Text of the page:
PORTLAND, Ore. — There is an amazing wildlife show for those in the know across three Oregon wildlife refuges. Consider it three getaways for the price of one visit and where you’ll enjoy a front row seat to see the "Winged Wonders of the Willamette Valley."
If lawnmowers had feathers, they couldn't hold a candle to a hungry flock of Canada geese. The big birds fly and soar then land to munch the grass across deep lush pastures at the Baskett Slough Wildlife Refuge near Dallas, Oregon.
Each November, it is a time and place for goose song for little else can be heard when the birds gather by the thousands.
“Well, there’s a bunch that’s for sure,” noted John Gahr, a biologist with USFWS. “We counted many thousand and it is pretty cool to see all those birds lift off at first light – you hardly hear anything else but the birds.”
Photos: Grant's Getaways | Winged Wonders
It is a raucous, rowdy chorus for sure, but you cannot blame the birds for doing what comes naturally. They arrive at Baskett Slough from far off arctic nesting grounds and have come to this U.S. Fish and Wildlife Service refuge for the habitat.
Baskett Slough consists of wetlands and ponds and open grassy fields that are framed by crew-cut stubble fields and towering oak trees that grow across nearby rolling hills.
Baskett Slough is one of three Willamette Valley wildlife refuges that was established in the 1960’s to protect this sort of habitat for dusky Canada Geese; a sub-species of goose that’s in serious decline.
“It’s strictly for sanctuary,” Gahr said. “It’s their winter home so they’re not being lifted off their feeding areas. Our goal is to keep them right here on the refuge, so they don’t venture so much out to surrounding private land.”
There are comforts for the visitor too – including a platform where you can duck in during frequent rainstorms – plus, there are spotting scopes to make the viewing easier for the people of all ages.
In addition, there are many information boards and kiosks that explain the life history of the geese and the background of the refuge system.
But don’t get too comfy as you enjoy the wildlife show! You’ll want to carve out some time for refuge stop number two that’s just 30 minutes to the east.
Ankeny Wildlife Refuge
When you visit Ankeny Wildlife Refuge, I hope you’re lucky enough to cross paths with wildlife biologist Molly Monroe.
She’s a former staff biologist with the USFWS and was once in charge of all of the goose census efforts across the valley refuges.
Monroe is knowledgeable and a fascinating person to visit with about the refuge system and the bird life.
She will often park and use binoculars to scan the flocks, counting dusky geese most of the time. Many of them sport bright red collars around their necks.
The collars were attached many of the birds in Alaska during the molt period when geese are unable to fly.
“Dusky’s are a pretty good-sized goose with a distinct chocolate color to their chest; a pretty uniformed dark bird overall.”
She added that Dusky Canada Geese – one of seven sub-species that travel to or through Oregon – are in trouble.
"I think this year’s number was just below 7,000 so they’re not doing very well as far as recruitment and survivability goes," Monroe said. "In fact, their numbers are decreasing basically every year – so they’re kind of losing ground.”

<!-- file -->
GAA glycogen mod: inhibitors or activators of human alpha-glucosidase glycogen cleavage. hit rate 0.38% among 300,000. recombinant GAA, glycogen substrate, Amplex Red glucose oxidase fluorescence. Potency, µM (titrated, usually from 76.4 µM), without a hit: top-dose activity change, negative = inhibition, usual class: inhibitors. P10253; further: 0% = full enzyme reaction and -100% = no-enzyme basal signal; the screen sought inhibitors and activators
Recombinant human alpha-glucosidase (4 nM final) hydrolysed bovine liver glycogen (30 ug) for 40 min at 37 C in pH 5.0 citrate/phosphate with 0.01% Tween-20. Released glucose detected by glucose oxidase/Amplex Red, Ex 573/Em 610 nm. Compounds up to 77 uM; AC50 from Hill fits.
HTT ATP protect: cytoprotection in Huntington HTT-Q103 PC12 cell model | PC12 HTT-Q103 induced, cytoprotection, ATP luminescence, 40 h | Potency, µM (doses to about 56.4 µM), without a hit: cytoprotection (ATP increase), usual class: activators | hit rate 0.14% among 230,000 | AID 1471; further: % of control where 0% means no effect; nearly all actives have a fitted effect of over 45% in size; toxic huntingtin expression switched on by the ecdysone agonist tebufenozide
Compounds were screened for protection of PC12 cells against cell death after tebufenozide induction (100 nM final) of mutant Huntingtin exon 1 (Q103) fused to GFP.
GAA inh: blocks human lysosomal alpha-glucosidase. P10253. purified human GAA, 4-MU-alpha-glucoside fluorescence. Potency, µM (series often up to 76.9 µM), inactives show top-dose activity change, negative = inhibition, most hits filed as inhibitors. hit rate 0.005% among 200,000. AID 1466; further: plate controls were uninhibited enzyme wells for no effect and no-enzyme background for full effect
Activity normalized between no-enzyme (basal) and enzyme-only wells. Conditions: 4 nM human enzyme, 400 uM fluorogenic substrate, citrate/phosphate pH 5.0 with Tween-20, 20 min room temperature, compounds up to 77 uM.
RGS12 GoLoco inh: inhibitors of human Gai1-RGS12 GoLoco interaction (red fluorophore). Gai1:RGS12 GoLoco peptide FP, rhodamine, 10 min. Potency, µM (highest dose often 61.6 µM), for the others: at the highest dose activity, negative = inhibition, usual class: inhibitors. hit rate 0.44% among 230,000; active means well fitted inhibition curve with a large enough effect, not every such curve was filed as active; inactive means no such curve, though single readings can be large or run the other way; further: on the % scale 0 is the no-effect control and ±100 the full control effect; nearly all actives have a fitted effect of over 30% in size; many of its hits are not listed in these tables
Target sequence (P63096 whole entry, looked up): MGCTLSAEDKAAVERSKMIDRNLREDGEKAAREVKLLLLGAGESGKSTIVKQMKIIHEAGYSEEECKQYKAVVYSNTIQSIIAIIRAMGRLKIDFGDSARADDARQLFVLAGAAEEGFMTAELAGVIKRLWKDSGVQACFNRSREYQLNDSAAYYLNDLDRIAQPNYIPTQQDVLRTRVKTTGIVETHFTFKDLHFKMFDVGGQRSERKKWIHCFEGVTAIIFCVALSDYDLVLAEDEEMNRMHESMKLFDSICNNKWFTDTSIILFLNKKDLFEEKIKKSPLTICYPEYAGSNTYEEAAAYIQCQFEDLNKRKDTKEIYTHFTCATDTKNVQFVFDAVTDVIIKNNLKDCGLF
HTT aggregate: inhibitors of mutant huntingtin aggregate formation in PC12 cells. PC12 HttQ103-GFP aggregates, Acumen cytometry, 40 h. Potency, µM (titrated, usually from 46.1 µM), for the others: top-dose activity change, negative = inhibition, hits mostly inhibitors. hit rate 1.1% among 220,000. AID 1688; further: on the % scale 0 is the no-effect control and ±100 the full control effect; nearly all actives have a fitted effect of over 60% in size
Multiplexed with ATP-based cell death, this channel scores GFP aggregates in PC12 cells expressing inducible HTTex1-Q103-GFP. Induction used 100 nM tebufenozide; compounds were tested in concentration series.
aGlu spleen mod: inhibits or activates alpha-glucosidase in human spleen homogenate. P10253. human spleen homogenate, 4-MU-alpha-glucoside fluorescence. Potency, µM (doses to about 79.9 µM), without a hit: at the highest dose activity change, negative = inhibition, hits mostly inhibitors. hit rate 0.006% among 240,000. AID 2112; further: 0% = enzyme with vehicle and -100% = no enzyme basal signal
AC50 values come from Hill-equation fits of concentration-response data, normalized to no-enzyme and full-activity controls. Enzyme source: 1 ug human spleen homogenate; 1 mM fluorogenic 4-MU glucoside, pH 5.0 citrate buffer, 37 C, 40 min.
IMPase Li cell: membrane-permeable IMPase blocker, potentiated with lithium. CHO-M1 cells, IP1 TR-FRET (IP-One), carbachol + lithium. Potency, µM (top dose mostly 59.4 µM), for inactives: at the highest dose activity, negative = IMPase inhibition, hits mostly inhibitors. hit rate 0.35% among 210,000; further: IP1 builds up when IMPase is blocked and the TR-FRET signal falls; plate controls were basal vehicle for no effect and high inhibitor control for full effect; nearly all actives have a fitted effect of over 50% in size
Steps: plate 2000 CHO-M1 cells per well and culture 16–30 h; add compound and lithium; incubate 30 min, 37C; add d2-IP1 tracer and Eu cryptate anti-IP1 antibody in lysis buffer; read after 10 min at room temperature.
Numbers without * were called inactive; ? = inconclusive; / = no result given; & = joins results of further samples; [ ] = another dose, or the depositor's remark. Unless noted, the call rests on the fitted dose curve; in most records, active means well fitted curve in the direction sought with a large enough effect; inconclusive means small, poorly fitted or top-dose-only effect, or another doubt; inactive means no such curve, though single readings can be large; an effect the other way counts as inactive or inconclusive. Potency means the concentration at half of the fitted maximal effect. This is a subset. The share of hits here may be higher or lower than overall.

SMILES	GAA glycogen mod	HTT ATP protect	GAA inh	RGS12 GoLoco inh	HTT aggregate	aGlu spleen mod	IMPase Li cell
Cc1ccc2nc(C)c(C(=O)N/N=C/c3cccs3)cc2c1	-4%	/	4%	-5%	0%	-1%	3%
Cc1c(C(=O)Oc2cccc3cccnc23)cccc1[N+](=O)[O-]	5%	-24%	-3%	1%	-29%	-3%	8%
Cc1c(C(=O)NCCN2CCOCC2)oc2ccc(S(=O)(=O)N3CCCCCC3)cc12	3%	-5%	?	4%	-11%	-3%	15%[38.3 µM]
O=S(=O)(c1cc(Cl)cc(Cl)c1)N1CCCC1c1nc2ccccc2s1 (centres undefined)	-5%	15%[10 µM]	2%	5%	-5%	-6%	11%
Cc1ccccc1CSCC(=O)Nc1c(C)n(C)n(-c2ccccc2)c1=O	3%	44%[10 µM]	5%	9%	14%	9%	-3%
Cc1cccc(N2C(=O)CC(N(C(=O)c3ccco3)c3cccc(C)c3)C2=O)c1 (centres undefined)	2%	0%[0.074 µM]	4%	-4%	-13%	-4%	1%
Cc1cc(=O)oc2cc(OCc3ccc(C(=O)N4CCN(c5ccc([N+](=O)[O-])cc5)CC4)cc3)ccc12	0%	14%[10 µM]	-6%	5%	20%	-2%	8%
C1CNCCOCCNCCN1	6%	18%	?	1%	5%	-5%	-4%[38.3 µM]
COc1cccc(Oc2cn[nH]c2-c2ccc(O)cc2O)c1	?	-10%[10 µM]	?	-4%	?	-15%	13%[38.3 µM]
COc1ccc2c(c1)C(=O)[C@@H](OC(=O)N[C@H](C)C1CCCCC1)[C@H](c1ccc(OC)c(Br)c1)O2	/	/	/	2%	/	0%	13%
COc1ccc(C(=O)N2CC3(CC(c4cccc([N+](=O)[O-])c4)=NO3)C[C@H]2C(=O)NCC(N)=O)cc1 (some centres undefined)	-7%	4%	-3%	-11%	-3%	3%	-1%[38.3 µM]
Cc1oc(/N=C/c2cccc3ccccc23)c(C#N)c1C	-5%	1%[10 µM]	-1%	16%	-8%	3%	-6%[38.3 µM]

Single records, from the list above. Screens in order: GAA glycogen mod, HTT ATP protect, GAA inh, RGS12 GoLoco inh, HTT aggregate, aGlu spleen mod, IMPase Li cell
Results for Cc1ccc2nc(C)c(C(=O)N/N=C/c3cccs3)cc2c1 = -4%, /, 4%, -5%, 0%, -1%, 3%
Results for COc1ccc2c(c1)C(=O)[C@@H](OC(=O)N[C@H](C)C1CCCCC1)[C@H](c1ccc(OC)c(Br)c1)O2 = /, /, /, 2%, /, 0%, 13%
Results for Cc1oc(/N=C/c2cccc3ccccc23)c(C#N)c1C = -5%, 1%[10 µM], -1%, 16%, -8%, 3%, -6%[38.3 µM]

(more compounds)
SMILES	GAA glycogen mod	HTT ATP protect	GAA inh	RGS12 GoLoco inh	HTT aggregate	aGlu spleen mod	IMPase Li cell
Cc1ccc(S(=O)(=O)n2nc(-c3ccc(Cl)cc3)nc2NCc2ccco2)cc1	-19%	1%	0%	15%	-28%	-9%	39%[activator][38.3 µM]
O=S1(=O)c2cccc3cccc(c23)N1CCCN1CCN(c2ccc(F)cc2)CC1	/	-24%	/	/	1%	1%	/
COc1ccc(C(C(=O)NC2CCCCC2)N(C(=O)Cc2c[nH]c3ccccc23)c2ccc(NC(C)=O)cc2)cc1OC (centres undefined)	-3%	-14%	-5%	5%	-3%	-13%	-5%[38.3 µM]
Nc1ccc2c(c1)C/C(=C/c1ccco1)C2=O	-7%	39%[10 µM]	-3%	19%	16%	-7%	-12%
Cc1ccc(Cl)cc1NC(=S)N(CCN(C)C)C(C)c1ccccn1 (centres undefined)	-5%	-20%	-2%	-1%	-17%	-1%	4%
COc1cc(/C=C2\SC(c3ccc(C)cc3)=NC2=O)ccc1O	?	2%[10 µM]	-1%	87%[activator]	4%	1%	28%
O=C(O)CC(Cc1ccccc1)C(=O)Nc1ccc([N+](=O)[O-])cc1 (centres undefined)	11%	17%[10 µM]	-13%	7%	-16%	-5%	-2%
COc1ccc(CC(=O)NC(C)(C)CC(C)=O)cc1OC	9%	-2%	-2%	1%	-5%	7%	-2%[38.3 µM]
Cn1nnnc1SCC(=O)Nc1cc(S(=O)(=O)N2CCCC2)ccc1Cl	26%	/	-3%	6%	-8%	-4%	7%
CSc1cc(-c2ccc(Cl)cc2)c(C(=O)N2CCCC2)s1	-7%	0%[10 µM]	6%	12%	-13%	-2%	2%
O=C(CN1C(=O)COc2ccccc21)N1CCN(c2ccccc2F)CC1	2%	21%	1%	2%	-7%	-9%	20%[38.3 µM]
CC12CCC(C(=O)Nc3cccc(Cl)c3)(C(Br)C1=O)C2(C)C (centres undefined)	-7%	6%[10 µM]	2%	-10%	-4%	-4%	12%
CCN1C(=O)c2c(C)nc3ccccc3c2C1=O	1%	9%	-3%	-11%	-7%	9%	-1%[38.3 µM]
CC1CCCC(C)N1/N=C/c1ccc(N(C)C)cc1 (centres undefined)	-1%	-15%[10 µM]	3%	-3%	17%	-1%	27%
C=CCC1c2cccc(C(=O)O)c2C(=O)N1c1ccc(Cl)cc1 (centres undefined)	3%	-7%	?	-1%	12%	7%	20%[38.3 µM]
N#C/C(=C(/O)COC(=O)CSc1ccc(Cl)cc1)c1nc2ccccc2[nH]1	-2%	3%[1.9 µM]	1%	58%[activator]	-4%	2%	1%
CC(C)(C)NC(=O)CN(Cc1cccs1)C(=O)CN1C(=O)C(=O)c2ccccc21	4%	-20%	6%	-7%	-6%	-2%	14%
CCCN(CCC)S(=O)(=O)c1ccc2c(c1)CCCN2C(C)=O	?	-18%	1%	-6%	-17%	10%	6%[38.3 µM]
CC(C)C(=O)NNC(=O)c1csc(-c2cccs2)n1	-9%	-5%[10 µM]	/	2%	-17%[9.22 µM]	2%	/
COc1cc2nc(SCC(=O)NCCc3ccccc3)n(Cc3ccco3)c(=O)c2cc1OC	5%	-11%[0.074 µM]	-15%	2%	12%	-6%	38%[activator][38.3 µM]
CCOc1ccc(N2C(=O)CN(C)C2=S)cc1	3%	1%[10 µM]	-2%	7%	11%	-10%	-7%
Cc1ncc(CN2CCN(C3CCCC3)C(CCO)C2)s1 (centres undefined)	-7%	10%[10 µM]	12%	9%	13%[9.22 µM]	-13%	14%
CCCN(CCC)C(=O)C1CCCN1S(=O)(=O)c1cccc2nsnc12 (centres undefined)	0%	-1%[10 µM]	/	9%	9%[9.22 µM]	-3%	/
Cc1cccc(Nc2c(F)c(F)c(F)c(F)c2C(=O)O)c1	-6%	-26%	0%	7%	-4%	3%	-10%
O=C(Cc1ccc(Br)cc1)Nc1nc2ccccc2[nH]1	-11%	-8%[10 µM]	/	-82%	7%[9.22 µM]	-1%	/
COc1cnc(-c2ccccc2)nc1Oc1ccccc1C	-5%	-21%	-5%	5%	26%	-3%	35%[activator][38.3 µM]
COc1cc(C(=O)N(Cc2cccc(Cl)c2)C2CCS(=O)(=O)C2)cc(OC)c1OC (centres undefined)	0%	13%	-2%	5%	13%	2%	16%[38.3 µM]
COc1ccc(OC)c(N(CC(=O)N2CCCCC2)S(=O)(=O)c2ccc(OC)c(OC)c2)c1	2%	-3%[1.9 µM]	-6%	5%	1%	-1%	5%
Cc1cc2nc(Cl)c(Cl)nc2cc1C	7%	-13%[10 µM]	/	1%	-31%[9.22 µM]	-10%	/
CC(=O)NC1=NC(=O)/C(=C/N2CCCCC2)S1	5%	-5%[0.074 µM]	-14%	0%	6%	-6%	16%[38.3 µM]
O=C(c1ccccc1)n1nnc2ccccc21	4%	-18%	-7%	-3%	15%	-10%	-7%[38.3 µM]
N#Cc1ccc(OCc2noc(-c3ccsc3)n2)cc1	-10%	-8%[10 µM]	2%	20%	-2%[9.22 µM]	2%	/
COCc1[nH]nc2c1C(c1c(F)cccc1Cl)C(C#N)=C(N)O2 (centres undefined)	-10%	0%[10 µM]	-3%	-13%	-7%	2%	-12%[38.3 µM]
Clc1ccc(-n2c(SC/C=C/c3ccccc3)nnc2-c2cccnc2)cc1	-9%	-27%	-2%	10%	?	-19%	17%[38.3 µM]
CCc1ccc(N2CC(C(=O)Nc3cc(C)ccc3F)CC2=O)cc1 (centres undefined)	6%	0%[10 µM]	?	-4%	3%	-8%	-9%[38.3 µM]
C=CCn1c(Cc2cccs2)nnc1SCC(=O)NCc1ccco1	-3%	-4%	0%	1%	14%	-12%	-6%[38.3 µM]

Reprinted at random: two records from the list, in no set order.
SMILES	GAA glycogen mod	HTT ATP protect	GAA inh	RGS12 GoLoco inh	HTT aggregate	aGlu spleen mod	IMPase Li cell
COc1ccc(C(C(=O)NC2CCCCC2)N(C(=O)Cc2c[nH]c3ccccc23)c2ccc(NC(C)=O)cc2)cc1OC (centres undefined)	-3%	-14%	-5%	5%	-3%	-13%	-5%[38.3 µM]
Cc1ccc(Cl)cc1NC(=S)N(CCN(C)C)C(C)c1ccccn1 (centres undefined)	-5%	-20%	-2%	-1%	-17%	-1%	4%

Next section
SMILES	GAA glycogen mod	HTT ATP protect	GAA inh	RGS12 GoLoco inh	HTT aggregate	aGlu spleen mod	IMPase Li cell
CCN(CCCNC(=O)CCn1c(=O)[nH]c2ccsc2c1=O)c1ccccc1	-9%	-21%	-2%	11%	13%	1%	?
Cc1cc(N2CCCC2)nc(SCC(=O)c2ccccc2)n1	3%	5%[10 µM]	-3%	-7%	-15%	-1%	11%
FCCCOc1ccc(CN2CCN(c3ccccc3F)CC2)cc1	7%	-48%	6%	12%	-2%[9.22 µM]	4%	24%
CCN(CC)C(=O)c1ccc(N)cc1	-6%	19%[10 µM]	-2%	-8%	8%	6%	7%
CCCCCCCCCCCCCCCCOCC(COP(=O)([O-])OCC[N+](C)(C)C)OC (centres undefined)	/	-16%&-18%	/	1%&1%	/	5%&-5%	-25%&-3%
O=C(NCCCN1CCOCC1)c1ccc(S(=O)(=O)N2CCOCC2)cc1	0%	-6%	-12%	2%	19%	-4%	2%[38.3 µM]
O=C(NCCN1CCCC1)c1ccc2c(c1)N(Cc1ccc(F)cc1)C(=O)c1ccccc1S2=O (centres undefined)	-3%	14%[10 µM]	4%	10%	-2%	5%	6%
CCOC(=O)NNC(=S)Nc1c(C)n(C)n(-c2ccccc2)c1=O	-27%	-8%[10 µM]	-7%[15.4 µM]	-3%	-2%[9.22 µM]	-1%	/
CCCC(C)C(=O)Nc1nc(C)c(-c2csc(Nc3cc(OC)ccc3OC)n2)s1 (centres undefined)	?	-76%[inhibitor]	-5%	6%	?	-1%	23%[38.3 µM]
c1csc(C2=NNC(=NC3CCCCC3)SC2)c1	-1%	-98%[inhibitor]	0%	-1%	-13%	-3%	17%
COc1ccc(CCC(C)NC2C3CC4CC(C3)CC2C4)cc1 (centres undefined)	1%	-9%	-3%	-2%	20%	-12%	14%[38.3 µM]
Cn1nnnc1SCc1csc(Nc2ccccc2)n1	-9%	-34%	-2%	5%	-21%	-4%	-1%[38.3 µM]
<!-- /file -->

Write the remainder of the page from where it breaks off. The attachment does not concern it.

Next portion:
That makes their time on the refuges more critical than ever.
If you come to hike the refuge grounds, you have several trails to choose from.
I enjoyed Molly’s favorite trail called Pintail. The hiking trail is a broad, wheelchair accessible wooden lane that winds through an oak and ash forest and keeps you out of the mud and marsh.
At the end of the trail you’ll enjoy a viewing blind that sports a large window that allows you to peer across a marsh and see plenty of ducks, geese and shorebirds. We even spied a rare peregrine falcon!
Overhead, a signal as a flight of ducks whistled as they winged their way past us; it was time for us to move on to refuge number three.
William Finley Wildlife Refuge
The 5,000 acre William Finley Wildlife Refuge offers miles of trails for the visitor to enjoy too. All of the trails have hidden surprises along the way – we watched an eagle rise from his roost and caused an eruption of feathers, goose song and absolute mayhem.
US Fish and Wildlife spokesperson Sallie Gentry told me it’s an everyday event, and the eagles are looking for an easy meal by taking the weak or injured goose or duck.
“It’s the old predator-prey game and it happens here all the time, Gentry said. "Amazing to watch too. Because we’re established for the conservation of the birds, but if we can offer visitors a chance to see the wildlife without disturbing them, then we want to offer that opportunity."
Whether it’s driving through in your automobile and looking out on the fields covered in geese, or hiking one of our trails and just taking a leisurely Sunday stroll – bring your camera, bring your kids, it’s a great place.”
Each of the Willamette Valley refuges is open every day to provide places where visitors can expect an escape from the city rush to enjoy the rush of wild wings.
Be sure to follow my Oregon adventures via the new Grant’s Getaways Podcast as I relate behind the scenes stories from nearly four decades of television reporting.
You can also learn more about many of our favorite Oregon travels and adventures in the Grant’s Getaways book series, including “Grant’s Getaways: 101 Oregon Adventures,” “Grant’s Getaways: Guide to Wildlife Watching in Oregon,” and “Grant’s Getaways: Oregon Adventures with the Kids.” The collection offers hundreds of outdoor activities across Oregon and promise to engage a kid of any age.
My next book, “Grant’s Getaways: Another 101 Oregon Adventures” will be published in 2022.